The Pros and Cons of GST Grouping
A GST group is a group of two or more associated business entities that operate as a single business for the purposes of GST.
How does it work?
A GST group has a ‘representative member’ that becomes wholly responsible for reporting and paying GST liabilities for the entire group, including preparing and lodging business activity statements (BAS). The representative is then entitled to claim any GST credits for all group entities, as well as liable for any GST that is due to be remitted to the ATO.
What are the advantages and disadvantages of a GST group?
Who is eligible to join a GST Group?
Companies, trusts and partnerships with common ownership or membership may operate as a group. Individuals, or family members of individuals, associated with these entities may also be part of a GST group. However, a GST group can't consist solely of individuals.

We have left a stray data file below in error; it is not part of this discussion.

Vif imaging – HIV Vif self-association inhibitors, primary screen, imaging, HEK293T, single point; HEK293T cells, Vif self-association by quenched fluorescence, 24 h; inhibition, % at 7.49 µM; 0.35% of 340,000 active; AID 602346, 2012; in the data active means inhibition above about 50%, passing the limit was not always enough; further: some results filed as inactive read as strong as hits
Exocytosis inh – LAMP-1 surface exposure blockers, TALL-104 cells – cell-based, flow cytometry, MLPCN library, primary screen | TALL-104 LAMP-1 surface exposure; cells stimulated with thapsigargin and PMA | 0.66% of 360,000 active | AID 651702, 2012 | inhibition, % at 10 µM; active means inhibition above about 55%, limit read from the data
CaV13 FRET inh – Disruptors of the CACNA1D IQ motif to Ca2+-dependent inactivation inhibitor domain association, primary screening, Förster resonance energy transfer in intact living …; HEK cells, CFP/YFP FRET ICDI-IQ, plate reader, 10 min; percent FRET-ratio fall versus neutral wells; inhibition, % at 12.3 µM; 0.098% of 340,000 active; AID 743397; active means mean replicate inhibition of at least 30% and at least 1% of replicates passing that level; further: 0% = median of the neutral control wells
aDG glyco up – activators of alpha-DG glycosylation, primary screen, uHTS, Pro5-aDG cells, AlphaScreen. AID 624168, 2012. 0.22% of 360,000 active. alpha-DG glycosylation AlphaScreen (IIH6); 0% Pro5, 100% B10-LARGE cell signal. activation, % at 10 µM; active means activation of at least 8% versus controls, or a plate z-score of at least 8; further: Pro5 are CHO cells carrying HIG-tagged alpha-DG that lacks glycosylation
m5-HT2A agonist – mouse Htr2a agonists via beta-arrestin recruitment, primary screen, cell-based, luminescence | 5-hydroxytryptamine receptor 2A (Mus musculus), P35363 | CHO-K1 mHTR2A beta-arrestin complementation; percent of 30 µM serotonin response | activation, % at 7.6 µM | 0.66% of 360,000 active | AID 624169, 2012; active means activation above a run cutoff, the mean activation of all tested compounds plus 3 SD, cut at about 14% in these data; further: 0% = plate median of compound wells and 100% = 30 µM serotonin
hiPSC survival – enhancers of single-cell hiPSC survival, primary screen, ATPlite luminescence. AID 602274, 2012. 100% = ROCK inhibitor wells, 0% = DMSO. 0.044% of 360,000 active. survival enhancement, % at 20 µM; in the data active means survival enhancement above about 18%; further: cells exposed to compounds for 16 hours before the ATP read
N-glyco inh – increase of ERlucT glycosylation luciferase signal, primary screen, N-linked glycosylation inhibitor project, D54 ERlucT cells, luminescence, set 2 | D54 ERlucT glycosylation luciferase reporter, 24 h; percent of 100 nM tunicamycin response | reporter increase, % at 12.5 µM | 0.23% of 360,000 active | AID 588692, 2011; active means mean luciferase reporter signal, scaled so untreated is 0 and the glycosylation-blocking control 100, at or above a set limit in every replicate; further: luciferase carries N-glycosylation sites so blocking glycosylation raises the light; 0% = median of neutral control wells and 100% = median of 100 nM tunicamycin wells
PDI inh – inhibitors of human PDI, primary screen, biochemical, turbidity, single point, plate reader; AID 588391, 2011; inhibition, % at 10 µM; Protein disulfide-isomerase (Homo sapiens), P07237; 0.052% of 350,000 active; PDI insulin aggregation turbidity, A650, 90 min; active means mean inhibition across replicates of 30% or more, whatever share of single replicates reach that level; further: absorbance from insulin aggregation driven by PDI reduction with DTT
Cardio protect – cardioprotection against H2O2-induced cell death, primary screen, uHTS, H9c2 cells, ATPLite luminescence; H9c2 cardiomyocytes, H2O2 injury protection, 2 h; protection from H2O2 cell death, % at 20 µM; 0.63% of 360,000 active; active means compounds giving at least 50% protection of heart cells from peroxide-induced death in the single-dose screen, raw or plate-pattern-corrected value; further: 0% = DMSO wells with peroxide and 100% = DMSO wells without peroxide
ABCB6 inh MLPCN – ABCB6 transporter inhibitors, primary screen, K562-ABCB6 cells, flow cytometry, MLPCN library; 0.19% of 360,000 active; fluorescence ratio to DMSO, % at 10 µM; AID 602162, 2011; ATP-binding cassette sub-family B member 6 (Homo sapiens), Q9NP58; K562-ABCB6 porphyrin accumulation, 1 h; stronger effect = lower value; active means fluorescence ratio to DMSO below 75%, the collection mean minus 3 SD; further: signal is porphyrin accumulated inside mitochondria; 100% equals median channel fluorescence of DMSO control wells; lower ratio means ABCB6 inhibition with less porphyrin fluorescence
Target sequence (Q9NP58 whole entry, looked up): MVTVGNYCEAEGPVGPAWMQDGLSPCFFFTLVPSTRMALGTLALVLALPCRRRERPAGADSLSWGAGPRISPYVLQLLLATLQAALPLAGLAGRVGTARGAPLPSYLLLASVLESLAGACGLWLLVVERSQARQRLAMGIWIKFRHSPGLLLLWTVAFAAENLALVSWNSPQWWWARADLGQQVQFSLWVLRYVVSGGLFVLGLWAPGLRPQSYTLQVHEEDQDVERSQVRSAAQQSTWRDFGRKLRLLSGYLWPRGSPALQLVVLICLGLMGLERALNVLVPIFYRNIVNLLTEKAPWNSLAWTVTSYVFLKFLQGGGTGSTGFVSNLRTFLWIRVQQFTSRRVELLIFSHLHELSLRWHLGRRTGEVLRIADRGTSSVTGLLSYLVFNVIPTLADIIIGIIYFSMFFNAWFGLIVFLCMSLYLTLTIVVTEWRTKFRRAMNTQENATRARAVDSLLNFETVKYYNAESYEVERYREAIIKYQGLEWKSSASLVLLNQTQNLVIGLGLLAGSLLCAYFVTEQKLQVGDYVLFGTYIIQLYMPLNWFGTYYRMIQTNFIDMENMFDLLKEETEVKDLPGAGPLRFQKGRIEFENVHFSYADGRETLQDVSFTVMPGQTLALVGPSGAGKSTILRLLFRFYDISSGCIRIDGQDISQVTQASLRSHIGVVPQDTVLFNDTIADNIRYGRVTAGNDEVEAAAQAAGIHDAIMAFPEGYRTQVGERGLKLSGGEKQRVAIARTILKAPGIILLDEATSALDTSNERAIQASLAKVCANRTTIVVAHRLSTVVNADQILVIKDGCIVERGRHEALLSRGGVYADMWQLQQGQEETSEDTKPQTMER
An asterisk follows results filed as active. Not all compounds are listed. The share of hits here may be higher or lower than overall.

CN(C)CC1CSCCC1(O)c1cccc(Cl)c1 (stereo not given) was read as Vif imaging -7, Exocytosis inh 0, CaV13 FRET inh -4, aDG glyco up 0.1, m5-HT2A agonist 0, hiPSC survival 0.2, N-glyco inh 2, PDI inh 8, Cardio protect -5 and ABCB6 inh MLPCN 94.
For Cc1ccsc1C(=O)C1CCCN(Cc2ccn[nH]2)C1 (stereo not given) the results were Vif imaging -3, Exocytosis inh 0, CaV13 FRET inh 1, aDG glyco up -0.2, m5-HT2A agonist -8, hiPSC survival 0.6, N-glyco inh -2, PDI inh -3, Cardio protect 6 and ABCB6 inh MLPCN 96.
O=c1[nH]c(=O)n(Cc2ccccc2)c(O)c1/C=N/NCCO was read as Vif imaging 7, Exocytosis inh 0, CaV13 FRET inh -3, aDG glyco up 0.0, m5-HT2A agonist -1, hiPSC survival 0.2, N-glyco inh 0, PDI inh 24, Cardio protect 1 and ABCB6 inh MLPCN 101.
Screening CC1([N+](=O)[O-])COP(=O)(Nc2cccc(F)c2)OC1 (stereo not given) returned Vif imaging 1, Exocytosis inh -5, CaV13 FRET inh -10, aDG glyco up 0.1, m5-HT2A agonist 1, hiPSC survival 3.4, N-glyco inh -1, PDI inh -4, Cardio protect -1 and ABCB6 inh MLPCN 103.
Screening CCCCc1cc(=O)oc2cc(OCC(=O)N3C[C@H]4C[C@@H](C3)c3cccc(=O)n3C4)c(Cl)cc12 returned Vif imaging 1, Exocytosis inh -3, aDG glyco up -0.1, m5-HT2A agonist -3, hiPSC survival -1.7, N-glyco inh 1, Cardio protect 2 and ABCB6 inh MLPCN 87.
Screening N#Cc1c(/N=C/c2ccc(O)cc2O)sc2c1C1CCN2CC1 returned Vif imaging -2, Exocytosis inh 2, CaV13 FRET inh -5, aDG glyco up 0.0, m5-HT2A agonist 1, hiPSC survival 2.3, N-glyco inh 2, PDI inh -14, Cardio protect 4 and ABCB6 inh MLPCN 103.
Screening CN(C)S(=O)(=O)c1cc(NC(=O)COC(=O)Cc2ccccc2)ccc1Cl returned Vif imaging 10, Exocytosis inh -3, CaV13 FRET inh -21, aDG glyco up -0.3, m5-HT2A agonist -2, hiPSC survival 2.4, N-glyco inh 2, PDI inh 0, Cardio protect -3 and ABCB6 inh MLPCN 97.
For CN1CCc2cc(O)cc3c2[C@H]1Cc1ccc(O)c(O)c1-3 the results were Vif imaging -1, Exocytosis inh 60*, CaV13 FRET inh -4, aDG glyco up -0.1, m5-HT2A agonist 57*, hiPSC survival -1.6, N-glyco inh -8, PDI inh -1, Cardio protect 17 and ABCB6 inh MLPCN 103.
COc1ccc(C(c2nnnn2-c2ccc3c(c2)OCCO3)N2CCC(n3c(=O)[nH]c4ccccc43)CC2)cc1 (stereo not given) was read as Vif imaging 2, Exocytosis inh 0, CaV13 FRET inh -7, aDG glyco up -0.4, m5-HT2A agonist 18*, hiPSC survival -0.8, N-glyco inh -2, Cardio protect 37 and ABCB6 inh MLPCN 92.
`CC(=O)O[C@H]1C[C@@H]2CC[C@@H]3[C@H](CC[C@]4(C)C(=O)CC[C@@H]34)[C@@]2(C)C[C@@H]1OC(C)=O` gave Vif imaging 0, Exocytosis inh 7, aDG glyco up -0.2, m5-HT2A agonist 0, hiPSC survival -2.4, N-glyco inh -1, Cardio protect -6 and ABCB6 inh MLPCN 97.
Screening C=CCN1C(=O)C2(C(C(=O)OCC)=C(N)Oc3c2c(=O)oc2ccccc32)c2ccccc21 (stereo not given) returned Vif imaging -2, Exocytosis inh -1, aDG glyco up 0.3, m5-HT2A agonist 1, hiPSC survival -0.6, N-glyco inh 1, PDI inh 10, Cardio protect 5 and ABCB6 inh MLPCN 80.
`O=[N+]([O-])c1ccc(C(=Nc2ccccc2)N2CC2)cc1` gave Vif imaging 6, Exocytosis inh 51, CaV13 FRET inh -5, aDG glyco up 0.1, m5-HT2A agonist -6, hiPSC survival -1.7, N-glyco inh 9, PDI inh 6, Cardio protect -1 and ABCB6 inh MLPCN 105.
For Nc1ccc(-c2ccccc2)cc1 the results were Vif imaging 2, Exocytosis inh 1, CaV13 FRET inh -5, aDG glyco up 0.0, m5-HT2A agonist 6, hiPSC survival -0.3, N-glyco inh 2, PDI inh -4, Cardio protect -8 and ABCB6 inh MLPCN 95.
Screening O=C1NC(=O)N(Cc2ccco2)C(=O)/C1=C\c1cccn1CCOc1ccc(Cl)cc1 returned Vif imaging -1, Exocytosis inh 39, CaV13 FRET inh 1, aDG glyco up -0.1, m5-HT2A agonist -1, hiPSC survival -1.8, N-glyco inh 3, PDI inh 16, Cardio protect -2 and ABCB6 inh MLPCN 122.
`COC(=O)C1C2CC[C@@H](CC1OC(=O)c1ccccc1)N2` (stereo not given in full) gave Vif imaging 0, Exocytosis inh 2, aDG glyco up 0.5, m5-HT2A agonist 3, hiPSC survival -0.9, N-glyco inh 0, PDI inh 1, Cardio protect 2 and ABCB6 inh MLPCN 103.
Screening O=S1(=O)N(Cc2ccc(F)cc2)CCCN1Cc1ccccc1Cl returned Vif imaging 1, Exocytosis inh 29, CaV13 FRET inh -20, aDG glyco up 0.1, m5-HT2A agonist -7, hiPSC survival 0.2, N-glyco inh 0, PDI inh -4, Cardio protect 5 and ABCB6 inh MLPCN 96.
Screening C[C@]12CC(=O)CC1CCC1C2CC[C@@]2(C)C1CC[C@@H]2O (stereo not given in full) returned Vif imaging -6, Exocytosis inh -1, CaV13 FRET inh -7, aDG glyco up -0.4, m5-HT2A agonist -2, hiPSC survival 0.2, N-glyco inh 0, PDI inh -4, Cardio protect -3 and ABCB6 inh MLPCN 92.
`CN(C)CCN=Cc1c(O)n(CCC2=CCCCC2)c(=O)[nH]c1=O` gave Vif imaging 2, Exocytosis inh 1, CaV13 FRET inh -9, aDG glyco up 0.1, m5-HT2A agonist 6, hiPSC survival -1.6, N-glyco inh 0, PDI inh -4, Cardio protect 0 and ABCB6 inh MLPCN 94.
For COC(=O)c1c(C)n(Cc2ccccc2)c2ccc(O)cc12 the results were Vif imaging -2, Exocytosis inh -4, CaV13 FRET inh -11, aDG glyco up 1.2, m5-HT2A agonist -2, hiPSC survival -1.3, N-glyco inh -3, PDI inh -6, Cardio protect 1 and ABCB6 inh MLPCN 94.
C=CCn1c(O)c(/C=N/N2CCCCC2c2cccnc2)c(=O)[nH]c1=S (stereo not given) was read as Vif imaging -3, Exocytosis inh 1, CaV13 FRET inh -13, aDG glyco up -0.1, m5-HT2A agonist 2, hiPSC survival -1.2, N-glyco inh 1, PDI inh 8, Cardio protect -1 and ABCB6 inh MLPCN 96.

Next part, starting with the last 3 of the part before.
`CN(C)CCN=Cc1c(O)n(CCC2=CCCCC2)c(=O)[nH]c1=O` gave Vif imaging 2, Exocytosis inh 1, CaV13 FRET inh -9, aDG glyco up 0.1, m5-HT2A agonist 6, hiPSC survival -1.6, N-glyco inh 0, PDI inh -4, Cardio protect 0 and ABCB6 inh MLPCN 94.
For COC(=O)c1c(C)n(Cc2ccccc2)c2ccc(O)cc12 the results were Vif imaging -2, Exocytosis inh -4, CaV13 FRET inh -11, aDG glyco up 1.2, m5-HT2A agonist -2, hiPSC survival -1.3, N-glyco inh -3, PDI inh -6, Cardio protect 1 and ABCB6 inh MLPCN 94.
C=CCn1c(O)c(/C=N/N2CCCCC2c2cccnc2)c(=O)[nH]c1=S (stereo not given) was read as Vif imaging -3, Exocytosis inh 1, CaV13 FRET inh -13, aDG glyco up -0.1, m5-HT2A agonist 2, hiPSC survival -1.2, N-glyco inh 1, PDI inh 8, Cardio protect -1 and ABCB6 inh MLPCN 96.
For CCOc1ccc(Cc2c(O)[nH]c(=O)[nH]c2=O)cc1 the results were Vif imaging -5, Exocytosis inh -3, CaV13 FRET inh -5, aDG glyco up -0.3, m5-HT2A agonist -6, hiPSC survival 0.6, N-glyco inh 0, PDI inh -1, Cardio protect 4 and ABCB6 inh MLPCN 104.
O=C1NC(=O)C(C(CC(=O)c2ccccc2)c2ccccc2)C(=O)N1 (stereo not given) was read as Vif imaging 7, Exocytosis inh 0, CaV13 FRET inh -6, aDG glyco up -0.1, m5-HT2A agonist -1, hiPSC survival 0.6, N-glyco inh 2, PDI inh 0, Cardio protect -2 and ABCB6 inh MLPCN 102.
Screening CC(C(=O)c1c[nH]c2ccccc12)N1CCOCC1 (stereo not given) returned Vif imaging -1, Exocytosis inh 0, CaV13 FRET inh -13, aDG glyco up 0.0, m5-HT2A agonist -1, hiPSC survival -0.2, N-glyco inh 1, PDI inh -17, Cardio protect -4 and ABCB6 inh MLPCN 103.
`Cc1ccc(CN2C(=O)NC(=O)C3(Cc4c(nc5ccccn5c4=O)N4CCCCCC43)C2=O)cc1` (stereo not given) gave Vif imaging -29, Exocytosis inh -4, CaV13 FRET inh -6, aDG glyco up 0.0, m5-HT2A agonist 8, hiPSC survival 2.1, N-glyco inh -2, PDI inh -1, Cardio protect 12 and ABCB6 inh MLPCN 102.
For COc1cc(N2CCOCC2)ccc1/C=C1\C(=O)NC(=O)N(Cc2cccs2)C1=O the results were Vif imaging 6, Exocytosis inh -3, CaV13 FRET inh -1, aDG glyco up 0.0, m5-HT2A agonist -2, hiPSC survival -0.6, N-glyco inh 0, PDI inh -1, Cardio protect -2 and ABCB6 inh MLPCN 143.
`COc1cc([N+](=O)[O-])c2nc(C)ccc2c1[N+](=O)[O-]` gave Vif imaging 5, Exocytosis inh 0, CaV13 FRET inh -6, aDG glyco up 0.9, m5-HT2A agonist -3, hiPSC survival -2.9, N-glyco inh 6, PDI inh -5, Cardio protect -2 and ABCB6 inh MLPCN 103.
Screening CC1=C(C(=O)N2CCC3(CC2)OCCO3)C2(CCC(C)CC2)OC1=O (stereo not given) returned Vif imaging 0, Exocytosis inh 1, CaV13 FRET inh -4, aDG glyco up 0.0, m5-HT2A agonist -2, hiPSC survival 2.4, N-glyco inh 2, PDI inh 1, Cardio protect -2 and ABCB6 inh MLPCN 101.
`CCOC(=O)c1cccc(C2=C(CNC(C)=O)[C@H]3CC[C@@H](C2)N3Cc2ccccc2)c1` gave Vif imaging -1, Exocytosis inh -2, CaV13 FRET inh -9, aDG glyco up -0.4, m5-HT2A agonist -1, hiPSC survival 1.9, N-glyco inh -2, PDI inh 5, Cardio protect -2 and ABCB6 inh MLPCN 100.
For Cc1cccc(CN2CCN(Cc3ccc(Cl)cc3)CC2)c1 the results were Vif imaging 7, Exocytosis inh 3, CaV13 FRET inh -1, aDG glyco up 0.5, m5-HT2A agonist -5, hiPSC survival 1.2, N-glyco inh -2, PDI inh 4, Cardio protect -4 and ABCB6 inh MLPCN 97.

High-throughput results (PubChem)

One member of the group must be nominated as the representative member. This member must be an Australian resident for tax purposes. Other members don't need to be Australian residents for tax purposes.
What are the requirements to form a group?
In order to form a GST group, each member must:
ESV has assisted many business with assessing the need for a GST group and the actual formation of GST Groups. For further information or advice on GST grouping please contact our office on 02 9283 1666.
Article by Chris Kirkwood